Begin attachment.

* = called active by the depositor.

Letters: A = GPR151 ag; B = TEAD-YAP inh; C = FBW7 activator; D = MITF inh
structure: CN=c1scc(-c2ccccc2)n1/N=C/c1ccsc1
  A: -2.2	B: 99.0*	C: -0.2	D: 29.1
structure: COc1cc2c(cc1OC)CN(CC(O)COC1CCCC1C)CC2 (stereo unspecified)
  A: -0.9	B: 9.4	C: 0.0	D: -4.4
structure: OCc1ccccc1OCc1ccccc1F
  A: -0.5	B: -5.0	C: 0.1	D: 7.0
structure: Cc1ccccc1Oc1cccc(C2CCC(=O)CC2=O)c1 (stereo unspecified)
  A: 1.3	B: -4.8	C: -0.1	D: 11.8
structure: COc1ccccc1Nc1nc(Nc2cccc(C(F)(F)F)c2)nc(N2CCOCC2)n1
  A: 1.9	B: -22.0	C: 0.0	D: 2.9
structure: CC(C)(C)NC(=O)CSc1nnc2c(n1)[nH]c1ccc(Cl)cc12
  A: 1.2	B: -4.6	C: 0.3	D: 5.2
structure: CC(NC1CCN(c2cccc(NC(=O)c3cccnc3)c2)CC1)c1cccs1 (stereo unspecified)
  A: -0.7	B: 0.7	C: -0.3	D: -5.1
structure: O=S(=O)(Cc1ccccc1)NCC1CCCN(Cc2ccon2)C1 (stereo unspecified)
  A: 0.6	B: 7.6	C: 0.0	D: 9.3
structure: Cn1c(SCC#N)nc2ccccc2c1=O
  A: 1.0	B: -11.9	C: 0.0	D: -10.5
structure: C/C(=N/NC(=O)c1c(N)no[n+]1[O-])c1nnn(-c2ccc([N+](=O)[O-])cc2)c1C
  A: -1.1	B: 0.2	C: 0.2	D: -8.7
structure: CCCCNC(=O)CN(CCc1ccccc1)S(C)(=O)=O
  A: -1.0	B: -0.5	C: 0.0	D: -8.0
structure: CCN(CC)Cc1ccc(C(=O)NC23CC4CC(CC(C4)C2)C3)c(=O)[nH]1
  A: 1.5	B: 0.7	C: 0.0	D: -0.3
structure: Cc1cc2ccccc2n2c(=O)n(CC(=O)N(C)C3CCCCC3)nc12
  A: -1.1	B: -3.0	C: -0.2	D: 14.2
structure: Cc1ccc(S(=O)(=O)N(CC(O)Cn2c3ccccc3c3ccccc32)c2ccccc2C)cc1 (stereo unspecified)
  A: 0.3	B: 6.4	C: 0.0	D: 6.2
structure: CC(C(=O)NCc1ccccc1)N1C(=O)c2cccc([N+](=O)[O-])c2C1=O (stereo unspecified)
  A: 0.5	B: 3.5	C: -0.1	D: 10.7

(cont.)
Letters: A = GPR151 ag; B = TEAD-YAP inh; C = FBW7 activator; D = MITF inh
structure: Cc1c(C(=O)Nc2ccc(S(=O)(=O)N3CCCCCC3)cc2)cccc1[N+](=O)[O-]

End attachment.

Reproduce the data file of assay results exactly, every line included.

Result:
* = called active by the depositor.

Letters: A = GPR151 ag; B = TEAD-YAP inh; C = FBW7 activator; D = MITF inh
structure: CN=c1scc(-c2ccccc2)n1/N=C/c1ccsc1
  A: -2.2	B: 99.0*	C: -0.2	D: 29.1
structure: COc1cc2c(cc1OC)CN(CC(O)COC1CCCC1C)CC2 (stereo unspecified)
  A: -0.9	B: 9.4	C: 0.0	D: -4.4
structure: OCc1ccccc1OCc1ccccc1F
  A: -0.5	B: -5.0	C: 0.1	D: 7.0
structure: Cc1ccccc1Oc1cccc(C2CCC(=O)CC2=O)c1 (stereo unspecified)
  A: 1.3	B: -4.8	C: -0.1	D: 11.8
structure: COc1ccccc1Nc1nc(Nc2cccc(C(F)(F)F)c2)nc(N2CCOCC2)n1
  A: 1.9	B: -22.0	C: 0.0	D: 2.9
structure: CC(C)(C)NC(=O)CSc1nnc2c(n1)[nH]c1ccc(Cl)cc12
  A: 1.2	B: -4.6	C: 0.3	D: 5.2
structure: CC(NC1CCN(c2cccc(NC(=O)c3cccnc3)c2)CC1)c1cccs1 (stereo unspecified)
  A: -0.7	B: 0.7	C: -0.3	D: -5.1
structure: O=S(=O)(Cc1ccccc1)NCC1CCCN(Cc2ccon2)C1 (stereo unspecified)
  A: 0.6	B: 7.6	C: 0.0	D: 9.3
structure: Cn1c(SCC#N)nc2ccccc2c1=O
  A: 1.0	B: -11.9	C: 0.0	D: -10.5
structure: C/C(=N/NC(=O)c1c(N)no[n+]1[O-])c1nnn(-c2ccc([N+](=O)[O-])cc2)c1C
  A: -1.1	B: 0.2	C: 0.2	D: -8.7
structure: CCCCNC(=O)CN(CCc1ccccc1)S(C)(=O)=O
  A: -1.0	B: -0.5	C: 0.0	D: -8.0
structure: CCN(CC)Cc1ccc(C(=O)NC23CC4CC(CC(C4)C2)C3)c(=O)[nH]1
  A: 1.5	B: 0.7	C: 0.0	D: -0.3
structure: Cc1cc2ccccc2n2c(=O)n(CC(=O)N(C)C3CCCCC3)nc12
  A: -1.1	B: -3.0	C: -0.2	D: 14.2
structure: Cc1ccc(S(=O)(=O)N(CC(O)Cn2c3ccccc3c3ccccc32)c2ccccc2C)cc1 (stereo unspecified)
  A: 0.3	B: 6.4	C: 0.0	D: 6.2
structure: CC(C(=O)NCc1ccccc1)N1C(=O)c2cccc([N+](=O)[O-])c2C1=O (stereo unspecified)
  A: 0.5	B: 3.5	C: -0.1	D: 10.7

(cont.)
Letters: A = GPR151 ag; B = TEAD-YAP inh; C = FBW7 activator; D = MITF inh
structure: Cc1c(C(=O)Nc2ccc(S(=O)(=O)N3CCCCCC3)cc2)cccc1[N+](=O)[O-]